Noah Gardenswartz was the guest comedian on Conan last night and he essentially breaks down Jesus from the Jewish perspective, which works pretty well from an office analogy. Gardenswartz also realizes that white girls named Kimberly could bring down druglords like Stringer Bell from The Wire very easily. Also, utilizing his past as a teacher, he manages to break down the 4 sentence types for a room full of adults. Related
Earlier this week, The High And Low Festival announced its music lineup and it was pretty great. But this is a comedy website and that’s what we’re here to talk about right? The same festival (remember, High And Low) also announced a comedy lineup curated by the punk rock satire site, The Hard Times. The lineup includes stand-up comedy from Kurt Braunohler, Mike Lawrence, Cameron Esposito and Guy Branum.
It was 2006 when Bill Burr and many of the regular comedians of The Opie & Anthony Show were on The Traveling Virus Comedy Tour, hitting large venues around the nation. Things went South when the tour came to the Philadelphia area (technically The Tweeter Center across the river in Camden, NJ).
Less than an hour of nonstop #blizzard coverage by @NBCNews and reporters already trying to fill time by talking to people on the street that have no desire to talk and just want to move and get to where they need to go.
Muck Rack makes it simple to find people, tweets, or articles that mention any name, keyword, company, hashtag etc. We've compiled this guide to help you make the most of your search.
Selecting a term
Start searching tweets, articles from media outlets, articles mentioned in tweets, journalists'
names, titles and bios with some suggested searches:
Companies or Topics (e.g. iPhone, Microsoft)
Phrases (e.g. "cloud computing") — use quotes to keep the terms together
Twitter handles (e.g. @username) — returns those who have mentioned or replied to
Names (e.g. "David Pogue")
Hashtags (e.g. #sxsw, #london2012)
Bio details (e.g. vegan, Olympics, father)
Muck Rack's Advanced Search allows for many boolean operators.
Find results that mention multiple specified terms, use AND or
+. For example, ensure each result contains both Elon Musk and Mark Zuckerberg by
searching Musk AND Zuckerberg or Musk + Zuckerberg.
Use the operators OR or , to broaden your search when you'd like either of
multiple terms to appear in results. (This is the default behavior of our search when no operators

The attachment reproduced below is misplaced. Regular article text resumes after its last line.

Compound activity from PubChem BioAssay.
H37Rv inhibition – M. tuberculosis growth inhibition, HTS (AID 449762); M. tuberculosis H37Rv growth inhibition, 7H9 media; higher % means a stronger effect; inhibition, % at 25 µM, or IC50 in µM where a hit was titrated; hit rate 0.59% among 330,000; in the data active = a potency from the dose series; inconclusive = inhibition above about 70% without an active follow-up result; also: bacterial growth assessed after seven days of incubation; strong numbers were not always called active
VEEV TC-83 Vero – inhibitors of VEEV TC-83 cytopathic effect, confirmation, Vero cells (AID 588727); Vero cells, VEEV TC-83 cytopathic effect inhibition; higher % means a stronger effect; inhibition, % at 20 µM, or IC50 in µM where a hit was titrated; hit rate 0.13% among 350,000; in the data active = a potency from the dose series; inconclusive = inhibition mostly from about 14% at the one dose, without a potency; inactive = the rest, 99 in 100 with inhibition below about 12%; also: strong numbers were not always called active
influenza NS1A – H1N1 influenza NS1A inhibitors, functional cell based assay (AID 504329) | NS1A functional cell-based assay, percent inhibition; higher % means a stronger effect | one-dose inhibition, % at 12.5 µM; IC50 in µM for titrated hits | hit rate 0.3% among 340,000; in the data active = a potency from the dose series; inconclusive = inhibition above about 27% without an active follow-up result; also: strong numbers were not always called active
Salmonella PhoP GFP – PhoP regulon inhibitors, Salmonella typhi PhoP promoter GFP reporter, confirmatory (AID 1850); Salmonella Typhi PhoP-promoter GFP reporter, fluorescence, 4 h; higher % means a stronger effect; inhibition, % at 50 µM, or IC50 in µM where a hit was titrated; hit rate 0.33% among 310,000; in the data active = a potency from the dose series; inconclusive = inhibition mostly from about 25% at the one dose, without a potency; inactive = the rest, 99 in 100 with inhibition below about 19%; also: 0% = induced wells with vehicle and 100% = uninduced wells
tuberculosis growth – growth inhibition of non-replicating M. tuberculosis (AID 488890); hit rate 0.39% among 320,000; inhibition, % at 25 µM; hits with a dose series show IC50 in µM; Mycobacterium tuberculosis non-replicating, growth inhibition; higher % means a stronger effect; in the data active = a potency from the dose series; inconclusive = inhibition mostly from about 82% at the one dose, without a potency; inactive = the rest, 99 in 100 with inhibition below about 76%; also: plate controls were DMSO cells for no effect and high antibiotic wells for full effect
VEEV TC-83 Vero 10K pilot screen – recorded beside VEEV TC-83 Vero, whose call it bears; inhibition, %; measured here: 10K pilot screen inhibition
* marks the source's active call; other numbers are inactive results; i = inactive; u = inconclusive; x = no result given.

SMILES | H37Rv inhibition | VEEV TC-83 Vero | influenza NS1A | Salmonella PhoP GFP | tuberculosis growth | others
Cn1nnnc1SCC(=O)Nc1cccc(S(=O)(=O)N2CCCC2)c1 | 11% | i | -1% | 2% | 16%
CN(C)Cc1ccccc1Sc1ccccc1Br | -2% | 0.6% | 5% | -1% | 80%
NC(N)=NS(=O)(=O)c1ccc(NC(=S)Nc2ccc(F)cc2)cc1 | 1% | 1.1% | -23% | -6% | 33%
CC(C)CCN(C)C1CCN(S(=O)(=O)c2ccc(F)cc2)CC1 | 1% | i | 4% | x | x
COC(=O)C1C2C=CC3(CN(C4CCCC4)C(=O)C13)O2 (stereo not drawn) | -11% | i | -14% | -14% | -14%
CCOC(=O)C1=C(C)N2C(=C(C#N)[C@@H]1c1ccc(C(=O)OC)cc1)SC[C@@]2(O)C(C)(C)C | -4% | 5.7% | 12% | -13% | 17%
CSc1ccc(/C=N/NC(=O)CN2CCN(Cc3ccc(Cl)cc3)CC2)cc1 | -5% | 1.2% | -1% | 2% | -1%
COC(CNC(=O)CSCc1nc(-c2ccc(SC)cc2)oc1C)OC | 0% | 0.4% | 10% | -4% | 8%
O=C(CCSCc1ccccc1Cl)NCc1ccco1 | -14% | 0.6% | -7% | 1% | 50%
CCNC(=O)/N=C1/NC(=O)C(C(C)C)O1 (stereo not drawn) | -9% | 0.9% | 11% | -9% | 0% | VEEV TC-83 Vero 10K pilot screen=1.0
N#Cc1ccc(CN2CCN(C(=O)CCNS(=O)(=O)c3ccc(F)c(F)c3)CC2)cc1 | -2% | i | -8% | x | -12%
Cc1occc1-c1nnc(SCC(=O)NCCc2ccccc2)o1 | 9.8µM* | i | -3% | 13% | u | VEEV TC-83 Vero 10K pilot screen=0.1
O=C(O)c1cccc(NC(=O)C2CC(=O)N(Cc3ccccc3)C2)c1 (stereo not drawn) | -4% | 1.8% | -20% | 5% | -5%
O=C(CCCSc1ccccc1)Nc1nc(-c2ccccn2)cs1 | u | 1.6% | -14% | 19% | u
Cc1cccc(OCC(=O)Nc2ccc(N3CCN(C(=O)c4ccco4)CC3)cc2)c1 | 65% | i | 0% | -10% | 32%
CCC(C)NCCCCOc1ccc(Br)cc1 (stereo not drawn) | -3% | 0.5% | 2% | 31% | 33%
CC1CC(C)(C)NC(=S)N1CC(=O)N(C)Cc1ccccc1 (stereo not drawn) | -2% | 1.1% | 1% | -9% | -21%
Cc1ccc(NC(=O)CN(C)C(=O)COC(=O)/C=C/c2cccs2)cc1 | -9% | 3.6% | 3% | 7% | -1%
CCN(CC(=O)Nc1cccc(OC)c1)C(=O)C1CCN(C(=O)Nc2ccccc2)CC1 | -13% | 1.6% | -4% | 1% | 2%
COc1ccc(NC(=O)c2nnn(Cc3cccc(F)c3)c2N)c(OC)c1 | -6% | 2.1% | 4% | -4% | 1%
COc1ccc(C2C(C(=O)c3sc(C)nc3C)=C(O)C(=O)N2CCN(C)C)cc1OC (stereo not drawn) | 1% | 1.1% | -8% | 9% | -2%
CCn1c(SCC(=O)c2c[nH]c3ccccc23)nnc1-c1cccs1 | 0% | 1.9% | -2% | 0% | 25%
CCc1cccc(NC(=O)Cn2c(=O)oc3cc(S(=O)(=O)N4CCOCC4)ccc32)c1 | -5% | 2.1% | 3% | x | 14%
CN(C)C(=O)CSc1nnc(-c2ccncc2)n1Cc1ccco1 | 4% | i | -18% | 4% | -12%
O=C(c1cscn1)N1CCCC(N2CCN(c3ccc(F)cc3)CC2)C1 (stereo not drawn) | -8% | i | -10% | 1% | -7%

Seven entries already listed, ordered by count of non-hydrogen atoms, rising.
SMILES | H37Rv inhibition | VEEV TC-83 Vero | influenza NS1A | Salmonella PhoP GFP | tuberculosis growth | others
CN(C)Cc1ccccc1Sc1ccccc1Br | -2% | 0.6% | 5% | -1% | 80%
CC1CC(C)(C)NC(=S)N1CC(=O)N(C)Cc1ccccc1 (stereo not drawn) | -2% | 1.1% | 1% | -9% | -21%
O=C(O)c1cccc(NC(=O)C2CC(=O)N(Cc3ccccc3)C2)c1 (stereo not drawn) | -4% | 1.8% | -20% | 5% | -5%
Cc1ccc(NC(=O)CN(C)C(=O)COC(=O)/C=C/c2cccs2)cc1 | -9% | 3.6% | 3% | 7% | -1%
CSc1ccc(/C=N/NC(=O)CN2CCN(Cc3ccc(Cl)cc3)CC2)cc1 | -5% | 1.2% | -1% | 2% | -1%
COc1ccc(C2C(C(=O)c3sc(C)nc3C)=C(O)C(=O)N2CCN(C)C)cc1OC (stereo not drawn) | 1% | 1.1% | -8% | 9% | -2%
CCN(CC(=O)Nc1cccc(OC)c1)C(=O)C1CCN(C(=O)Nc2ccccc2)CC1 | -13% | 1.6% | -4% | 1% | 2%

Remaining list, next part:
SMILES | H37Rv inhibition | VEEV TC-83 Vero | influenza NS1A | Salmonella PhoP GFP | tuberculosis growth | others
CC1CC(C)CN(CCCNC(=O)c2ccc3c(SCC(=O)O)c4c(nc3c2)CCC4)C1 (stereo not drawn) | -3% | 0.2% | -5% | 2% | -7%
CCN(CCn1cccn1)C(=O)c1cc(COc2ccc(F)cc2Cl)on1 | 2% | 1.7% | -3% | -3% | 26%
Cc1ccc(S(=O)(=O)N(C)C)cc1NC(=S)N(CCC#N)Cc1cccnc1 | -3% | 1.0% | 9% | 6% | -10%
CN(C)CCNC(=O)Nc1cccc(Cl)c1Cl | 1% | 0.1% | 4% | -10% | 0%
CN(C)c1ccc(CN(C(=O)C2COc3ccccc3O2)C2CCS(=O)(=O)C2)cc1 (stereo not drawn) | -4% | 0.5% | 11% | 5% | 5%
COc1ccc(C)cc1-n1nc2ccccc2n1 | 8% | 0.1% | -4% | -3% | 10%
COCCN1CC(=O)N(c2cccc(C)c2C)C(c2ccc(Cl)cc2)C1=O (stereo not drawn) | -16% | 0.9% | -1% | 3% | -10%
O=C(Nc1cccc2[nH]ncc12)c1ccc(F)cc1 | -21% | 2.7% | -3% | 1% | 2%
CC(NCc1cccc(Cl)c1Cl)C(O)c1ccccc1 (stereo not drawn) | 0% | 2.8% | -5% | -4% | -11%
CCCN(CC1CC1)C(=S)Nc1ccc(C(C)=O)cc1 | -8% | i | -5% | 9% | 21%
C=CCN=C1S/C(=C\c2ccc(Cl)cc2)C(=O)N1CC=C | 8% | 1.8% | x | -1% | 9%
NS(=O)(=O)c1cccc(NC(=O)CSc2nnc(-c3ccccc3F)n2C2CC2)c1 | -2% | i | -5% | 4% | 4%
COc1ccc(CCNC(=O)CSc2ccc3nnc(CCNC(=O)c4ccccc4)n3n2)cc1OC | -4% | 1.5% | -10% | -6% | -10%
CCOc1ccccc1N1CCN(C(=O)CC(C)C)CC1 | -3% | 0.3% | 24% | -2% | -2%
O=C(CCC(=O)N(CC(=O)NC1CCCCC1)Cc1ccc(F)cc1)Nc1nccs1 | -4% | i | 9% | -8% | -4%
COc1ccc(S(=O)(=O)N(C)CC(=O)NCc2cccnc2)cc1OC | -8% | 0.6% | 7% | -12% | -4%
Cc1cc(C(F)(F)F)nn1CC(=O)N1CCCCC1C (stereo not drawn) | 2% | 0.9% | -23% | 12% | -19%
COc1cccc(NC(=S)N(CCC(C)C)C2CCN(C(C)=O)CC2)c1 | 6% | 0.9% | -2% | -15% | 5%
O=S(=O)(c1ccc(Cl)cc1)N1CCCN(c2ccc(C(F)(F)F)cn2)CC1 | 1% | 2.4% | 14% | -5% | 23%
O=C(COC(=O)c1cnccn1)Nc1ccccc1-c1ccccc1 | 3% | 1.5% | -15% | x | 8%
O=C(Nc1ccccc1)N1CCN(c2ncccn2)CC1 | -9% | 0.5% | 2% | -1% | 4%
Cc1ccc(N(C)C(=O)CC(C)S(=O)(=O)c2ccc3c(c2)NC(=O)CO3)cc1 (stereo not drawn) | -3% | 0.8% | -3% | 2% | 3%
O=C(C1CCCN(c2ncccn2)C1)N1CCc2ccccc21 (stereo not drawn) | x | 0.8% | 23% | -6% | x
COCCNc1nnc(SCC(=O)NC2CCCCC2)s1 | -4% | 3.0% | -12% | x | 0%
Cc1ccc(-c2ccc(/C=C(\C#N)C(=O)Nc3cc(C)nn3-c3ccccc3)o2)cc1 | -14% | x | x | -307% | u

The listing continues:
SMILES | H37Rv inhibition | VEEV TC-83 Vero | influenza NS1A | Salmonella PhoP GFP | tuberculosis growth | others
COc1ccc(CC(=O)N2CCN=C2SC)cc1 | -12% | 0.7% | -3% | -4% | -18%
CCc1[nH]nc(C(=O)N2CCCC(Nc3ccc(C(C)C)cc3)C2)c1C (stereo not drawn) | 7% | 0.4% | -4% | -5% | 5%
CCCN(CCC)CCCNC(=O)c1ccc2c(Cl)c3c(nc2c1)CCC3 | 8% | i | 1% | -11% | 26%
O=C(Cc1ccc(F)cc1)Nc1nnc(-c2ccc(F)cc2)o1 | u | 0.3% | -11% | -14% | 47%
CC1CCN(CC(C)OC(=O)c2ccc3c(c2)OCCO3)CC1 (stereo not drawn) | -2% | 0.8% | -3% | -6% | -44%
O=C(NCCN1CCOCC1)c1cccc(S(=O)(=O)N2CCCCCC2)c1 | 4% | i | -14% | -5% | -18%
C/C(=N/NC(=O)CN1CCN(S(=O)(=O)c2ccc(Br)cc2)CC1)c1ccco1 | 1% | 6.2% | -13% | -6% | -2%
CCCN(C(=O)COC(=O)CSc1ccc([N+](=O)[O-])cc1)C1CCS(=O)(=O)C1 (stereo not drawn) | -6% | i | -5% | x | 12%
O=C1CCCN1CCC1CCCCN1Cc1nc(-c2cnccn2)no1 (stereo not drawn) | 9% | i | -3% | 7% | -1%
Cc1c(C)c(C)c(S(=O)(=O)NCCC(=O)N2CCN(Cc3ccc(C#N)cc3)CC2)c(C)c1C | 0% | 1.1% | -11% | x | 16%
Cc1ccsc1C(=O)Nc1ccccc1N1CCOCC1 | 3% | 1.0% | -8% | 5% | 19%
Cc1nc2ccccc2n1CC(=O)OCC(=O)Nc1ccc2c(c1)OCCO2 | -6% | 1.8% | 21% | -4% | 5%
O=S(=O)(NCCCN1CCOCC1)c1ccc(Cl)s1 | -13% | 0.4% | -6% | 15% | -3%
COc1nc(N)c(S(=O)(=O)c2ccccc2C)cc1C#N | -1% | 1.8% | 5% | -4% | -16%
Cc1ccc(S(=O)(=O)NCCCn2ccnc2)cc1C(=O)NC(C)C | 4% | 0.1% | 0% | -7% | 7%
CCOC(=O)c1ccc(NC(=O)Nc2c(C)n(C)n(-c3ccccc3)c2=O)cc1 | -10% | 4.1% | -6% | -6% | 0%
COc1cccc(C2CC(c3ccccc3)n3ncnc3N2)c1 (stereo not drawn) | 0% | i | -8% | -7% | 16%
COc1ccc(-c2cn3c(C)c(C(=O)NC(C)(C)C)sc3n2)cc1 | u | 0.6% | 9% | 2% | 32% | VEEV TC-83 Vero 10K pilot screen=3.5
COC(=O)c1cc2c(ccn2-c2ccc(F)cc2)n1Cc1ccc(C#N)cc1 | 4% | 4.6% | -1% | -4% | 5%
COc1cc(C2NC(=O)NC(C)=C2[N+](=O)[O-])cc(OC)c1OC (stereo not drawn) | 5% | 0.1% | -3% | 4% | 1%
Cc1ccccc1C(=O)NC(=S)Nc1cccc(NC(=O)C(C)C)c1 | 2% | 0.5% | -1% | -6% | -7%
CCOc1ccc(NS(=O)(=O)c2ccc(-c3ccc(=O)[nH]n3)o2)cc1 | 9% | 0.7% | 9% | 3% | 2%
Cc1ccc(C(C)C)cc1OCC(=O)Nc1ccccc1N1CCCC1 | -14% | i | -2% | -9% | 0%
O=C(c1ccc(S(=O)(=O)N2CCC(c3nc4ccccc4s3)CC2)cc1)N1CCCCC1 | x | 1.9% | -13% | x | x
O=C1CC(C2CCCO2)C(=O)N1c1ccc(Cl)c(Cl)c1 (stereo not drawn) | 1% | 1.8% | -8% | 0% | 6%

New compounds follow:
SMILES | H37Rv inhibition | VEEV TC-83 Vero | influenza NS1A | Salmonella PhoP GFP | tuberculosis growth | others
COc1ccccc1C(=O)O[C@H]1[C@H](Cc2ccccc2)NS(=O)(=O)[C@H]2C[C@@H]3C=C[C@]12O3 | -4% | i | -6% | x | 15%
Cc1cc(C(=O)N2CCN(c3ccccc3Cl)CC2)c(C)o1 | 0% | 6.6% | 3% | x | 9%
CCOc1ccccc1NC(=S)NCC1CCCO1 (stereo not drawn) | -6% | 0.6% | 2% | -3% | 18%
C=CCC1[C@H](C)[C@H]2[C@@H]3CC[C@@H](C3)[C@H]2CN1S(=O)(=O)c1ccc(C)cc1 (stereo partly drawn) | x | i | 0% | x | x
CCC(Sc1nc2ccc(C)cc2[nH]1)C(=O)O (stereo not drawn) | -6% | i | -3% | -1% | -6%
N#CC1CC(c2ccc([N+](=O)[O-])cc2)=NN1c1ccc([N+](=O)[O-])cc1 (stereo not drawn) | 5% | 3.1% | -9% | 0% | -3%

are used). For example, results will contain either cake or cookie by searching cake OR cookie or cake,cookie
Use NOT or - to subtract results from your search. For
example, searching Disney will yield results about the Walt Disney Company as well as Walt Disney
World Resort. To exclude mentions of Disney World, search for Disney -World or Disney
When using one of these operators with a phrase, enclose it in quotation marks. For example, you can
find results about smartphones excluding Apple's iPhone 4S by searching smartphone -"iPhone
Exact case matching or punctuation
If you're searching for a brand name or keyword that relies on specific punctuation marks or capitalization, you can
find results that match your exact query by adding matchcase: before the keyword you're searching for, like matchcase:E*TRADE .
Use parentheses to separate multiple
boolean phrases. For example, to find journalists talking about having fun in Disney World or
Disneyland, search for ("disney world" OR disneyland) AND fun.
An asterisk can be used to search for any variation of a root word truncated by the asterisk. For example, searching for admin* will return results for administrator, administration, administer, administered, etc.
A near operator is an AND operator where you can control the distance between the words. You can vary the distance the near operation uses by adding a forward slash and number (between 0-99) such as strawberries NEAR/10 "whipped cream", which means the strawberries must exist within 10 words of "whipped cream".